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Let's go over a few of the sounds you will hear over the life of your Pet. Most Pet Parents find the sounds of their guinea pigs endearing and over time, as you and your new Pet become acquainted, you will also find the sounds to be a joyful addition to your life.
Take time to listen and interpret each sound your guinea pig makes. You will quickly begin to notice patterns which will help you understand what your guinea pig is telling you!
Purring You will notice two
distinct types of purrs come
from your little guinea pig. The first
purr is a higher pitched purr
which is accompanied by a stiff
body. This purr indicates your
guinea pig is frightened or
scared. A lower pitched purred
accompanied by a fully relaxed
body typically indicates a
comfortable happy Pet.
High-Pitched Squealing Your
guinea pig knows exactly what he
or she wants as well as when he
or she wants it. Make no
mistake, a high pitched squeal
typically is telling you that
your Pet wants you to know
something. Whether it is a
simple "Hi!" or a "Give me a
snack!" your guinea pig is
telling you something. Over
time, you will learn exactly
what each little squeal means.
Shrieks Just like an alarm,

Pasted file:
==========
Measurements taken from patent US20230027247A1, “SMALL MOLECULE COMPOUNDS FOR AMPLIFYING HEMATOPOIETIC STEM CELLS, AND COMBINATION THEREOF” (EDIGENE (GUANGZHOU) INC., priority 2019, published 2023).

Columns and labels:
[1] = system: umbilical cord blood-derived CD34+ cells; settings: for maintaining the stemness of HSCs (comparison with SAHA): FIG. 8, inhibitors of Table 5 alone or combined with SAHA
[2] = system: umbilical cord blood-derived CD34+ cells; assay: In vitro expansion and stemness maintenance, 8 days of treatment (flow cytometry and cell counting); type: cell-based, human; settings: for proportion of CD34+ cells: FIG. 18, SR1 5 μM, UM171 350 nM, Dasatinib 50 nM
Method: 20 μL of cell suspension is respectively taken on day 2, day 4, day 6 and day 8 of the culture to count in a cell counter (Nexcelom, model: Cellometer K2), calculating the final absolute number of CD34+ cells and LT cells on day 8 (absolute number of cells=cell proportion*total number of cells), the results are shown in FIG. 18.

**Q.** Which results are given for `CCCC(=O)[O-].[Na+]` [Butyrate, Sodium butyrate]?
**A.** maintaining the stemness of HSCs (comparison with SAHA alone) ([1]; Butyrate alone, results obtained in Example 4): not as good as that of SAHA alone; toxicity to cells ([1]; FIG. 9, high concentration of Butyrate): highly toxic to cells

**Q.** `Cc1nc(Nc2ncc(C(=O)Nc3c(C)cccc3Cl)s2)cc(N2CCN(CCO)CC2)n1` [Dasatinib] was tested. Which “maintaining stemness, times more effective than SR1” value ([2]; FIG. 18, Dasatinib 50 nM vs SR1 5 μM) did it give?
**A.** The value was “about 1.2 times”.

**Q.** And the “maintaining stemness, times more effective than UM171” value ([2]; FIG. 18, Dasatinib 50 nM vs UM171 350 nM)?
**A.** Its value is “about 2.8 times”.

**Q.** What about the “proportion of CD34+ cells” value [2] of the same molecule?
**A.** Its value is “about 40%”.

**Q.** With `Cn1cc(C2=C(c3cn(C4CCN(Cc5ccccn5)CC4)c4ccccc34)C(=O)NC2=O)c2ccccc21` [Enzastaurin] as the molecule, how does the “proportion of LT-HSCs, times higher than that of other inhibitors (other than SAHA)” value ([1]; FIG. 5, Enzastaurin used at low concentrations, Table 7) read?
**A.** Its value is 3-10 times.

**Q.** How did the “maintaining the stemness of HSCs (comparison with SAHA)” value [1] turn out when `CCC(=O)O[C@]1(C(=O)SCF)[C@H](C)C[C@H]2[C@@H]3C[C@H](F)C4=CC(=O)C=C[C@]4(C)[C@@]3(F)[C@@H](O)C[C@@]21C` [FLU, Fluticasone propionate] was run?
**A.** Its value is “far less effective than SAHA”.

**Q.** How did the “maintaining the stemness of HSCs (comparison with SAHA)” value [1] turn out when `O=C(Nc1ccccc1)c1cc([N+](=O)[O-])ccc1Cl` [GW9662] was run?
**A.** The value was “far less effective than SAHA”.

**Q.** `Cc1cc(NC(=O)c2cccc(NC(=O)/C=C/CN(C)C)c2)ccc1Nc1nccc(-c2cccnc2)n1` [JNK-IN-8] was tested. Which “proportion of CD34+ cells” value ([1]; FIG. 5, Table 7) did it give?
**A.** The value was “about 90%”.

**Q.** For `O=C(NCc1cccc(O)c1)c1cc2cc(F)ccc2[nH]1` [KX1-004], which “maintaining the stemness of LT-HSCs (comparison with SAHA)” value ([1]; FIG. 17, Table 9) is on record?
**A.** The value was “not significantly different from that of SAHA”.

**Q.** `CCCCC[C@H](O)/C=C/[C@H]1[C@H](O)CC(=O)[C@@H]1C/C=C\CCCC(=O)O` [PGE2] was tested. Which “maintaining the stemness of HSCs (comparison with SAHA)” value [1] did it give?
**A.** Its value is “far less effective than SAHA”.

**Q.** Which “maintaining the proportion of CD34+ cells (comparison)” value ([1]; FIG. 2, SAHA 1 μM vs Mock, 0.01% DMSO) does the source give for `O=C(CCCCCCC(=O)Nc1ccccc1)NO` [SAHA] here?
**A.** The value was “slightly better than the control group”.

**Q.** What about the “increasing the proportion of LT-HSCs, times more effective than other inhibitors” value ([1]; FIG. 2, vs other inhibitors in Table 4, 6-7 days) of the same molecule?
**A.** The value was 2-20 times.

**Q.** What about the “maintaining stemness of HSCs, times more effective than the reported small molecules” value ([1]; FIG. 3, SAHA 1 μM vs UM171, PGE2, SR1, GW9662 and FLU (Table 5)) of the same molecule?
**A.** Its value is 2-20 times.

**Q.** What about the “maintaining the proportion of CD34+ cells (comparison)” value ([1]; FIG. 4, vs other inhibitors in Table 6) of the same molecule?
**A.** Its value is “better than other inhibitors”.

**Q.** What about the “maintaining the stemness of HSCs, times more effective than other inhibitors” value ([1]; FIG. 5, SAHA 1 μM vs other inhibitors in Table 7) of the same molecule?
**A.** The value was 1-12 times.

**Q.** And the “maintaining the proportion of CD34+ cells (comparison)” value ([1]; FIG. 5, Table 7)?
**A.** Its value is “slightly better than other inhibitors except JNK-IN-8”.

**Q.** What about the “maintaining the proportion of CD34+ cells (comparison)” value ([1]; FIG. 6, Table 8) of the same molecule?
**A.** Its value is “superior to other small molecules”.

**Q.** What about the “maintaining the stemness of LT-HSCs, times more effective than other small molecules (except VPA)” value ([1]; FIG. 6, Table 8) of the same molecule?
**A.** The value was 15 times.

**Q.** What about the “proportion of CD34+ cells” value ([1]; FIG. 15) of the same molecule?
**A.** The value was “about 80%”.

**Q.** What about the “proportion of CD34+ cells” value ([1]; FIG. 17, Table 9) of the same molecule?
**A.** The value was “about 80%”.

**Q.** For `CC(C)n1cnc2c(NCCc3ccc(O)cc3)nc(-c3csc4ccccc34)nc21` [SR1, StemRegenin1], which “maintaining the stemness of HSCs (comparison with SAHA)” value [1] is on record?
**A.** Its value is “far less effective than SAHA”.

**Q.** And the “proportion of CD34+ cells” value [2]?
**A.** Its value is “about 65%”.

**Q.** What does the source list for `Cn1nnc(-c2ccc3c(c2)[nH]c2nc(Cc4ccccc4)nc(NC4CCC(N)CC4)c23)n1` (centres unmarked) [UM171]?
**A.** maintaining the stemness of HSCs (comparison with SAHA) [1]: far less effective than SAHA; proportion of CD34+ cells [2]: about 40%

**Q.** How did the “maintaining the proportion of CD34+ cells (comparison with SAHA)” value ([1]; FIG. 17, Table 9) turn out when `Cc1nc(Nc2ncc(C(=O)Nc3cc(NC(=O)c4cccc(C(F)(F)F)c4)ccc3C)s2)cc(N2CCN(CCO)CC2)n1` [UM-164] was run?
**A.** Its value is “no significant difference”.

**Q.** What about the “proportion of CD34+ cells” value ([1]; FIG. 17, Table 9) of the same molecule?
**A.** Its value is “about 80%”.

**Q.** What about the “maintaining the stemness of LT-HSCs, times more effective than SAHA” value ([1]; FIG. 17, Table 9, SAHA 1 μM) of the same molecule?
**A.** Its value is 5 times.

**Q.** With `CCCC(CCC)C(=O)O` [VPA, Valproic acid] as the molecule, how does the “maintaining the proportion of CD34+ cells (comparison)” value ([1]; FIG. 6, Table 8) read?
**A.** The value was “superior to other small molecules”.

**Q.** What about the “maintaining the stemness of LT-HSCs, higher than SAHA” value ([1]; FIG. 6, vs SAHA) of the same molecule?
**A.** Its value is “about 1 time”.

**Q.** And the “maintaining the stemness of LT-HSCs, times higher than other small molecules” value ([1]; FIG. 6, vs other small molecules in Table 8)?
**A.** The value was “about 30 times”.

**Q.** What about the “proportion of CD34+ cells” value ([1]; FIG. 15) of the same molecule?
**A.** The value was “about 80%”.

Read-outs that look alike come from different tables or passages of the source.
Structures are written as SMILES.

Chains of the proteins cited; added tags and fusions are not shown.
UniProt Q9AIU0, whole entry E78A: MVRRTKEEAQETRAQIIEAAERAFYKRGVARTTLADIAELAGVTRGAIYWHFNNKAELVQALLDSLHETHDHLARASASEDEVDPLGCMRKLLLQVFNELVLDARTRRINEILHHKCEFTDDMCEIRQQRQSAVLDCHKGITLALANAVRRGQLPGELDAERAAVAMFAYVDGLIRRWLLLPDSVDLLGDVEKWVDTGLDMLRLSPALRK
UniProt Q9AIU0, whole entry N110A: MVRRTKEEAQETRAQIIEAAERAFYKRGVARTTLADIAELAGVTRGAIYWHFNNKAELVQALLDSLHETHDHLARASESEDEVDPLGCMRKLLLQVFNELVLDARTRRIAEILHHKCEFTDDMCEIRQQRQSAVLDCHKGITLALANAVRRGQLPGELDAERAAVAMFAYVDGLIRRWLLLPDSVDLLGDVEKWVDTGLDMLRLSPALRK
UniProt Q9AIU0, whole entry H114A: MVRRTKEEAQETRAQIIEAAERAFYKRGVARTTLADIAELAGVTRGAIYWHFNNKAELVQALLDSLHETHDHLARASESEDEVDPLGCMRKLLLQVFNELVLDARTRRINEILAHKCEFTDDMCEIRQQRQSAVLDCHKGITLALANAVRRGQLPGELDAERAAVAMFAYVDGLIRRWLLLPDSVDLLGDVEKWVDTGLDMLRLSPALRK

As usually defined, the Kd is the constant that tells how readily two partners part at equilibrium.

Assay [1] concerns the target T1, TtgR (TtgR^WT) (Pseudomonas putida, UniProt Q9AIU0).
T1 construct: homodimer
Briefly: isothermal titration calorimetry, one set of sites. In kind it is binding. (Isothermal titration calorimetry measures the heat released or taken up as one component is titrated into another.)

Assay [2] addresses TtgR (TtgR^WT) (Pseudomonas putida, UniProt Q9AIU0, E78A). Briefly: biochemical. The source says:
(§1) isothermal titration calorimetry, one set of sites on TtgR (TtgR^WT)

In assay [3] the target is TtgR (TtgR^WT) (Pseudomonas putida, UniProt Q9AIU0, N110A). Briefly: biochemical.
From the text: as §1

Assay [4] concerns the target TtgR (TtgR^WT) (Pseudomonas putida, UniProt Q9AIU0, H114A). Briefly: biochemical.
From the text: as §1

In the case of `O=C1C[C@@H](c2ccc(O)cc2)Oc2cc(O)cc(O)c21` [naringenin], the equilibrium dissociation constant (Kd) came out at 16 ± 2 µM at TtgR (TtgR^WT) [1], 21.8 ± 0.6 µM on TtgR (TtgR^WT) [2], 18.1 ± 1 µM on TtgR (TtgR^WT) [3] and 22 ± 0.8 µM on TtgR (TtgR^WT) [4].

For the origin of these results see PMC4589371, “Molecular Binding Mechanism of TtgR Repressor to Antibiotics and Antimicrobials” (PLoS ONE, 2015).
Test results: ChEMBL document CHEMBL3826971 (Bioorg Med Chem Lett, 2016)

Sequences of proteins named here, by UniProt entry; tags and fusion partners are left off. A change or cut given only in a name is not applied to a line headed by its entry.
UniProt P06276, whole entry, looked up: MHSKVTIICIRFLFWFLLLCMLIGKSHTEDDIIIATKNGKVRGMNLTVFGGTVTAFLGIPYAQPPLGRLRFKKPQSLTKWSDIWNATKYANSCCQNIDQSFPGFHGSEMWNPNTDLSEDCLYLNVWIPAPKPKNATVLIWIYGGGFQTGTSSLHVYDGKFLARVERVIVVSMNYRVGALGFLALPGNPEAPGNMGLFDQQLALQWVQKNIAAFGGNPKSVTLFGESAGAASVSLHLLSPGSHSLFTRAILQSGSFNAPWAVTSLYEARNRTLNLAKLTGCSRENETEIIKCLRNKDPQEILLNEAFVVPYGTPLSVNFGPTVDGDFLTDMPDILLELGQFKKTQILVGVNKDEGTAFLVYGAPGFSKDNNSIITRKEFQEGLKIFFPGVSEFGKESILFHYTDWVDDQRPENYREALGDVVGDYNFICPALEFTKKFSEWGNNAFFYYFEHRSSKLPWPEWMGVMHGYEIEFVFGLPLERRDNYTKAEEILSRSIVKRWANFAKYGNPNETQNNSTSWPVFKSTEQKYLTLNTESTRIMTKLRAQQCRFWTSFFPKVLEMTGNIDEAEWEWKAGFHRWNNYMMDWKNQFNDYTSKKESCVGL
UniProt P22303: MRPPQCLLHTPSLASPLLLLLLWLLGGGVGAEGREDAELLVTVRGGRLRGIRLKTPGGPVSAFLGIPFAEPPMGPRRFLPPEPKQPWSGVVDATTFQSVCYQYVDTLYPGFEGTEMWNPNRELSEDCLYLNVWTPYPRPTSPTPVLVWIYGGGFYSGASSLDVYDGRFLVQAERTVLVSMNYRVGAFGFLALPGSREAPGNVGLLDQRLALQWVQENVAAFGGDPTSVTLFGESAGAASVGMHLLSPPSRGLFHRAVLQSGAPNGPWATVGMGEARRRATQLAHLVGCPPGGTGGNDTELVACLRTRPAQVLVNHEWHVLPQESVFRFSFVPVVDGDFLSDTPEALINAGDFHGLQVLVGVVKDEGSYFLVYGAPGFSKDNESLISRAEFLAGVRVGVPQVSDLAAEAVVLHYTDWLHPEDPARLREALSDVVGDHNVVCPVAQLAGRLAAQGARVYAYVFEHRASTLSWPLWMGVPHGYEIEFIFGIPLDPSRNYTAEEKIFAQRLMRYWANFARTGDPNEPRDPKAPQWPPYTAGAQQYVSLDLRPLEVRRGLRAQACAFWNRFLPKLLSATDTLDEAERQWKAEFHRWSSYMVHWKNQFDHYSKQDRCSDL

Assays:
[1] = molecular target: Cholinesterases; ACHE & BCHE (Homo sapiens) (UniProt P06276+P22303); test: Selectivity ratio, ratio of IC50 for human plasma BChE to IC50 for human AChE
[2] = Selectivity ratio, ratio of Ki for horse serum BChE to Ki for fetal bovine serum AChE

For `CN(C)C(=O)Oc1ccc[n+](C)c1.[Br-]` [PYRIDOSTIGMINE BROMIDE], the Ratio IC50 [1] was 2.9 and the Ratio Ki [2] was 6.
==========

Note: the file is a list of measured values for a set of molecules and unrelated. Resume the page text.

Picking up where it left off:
shrieks indicate something is
wrong. Your Pet may be
frightened, scared, alarmed, or
in pain. Anytime you hear
obvious shrieks, it would be a
good idea to take a quick peek
to make sure everything is
chattering The guinea pig with
chattering teeth is typically an
unhappy guinea pig. This is a
warning. Your best bet is to
take a step back and stop what
you are doing.
Whining Your guinea pig is telling you he or she is annoyed by something you or another guinea pig is doing.
Rumbling A low pitched noise you may hear during mating season. It will be lower than a purr and sometimes a dance will accompany the rumble.
What to do
Why do they make noise
to get our attention?
- Do NOT try to stop squealing by
giving a toy, food, treat, or your attention. Get the
guinea pig to be quiet FIRST and then reward the quiet behavior.
- Do NOT touch
the guinea pig during excessive
- Do NOT let the guinea pig out of the pen in direct response to vocalization.
- DO provide
distractions before the squealing
- DO make sure your Pet is quiet - for
2 to 5 seconds before
getting any rewards.
time goes on, expect more seconds, then minutes of
quiet before giving a reward. DO
Watch for accidental rewards - wins -
the guinea pig gets for excessive squealing. Make it MORE rewarding NOT to
Guinea pigs are cute and adorable but they can be incessant when it comes to their vocalizations. One of the most misguided uses of their squeal is to beg for food. Do not encourage this behavior by offering them food while they are squealing. You will inadvertently teach them to use those vocalizations to get what they want.
When we accidentally reward
unwanted behaviors such
vocalization by providing
in an attempt to stop
the racket, these
rewards may increase
future outbursts. Just like the jackpots
in Las Vegas,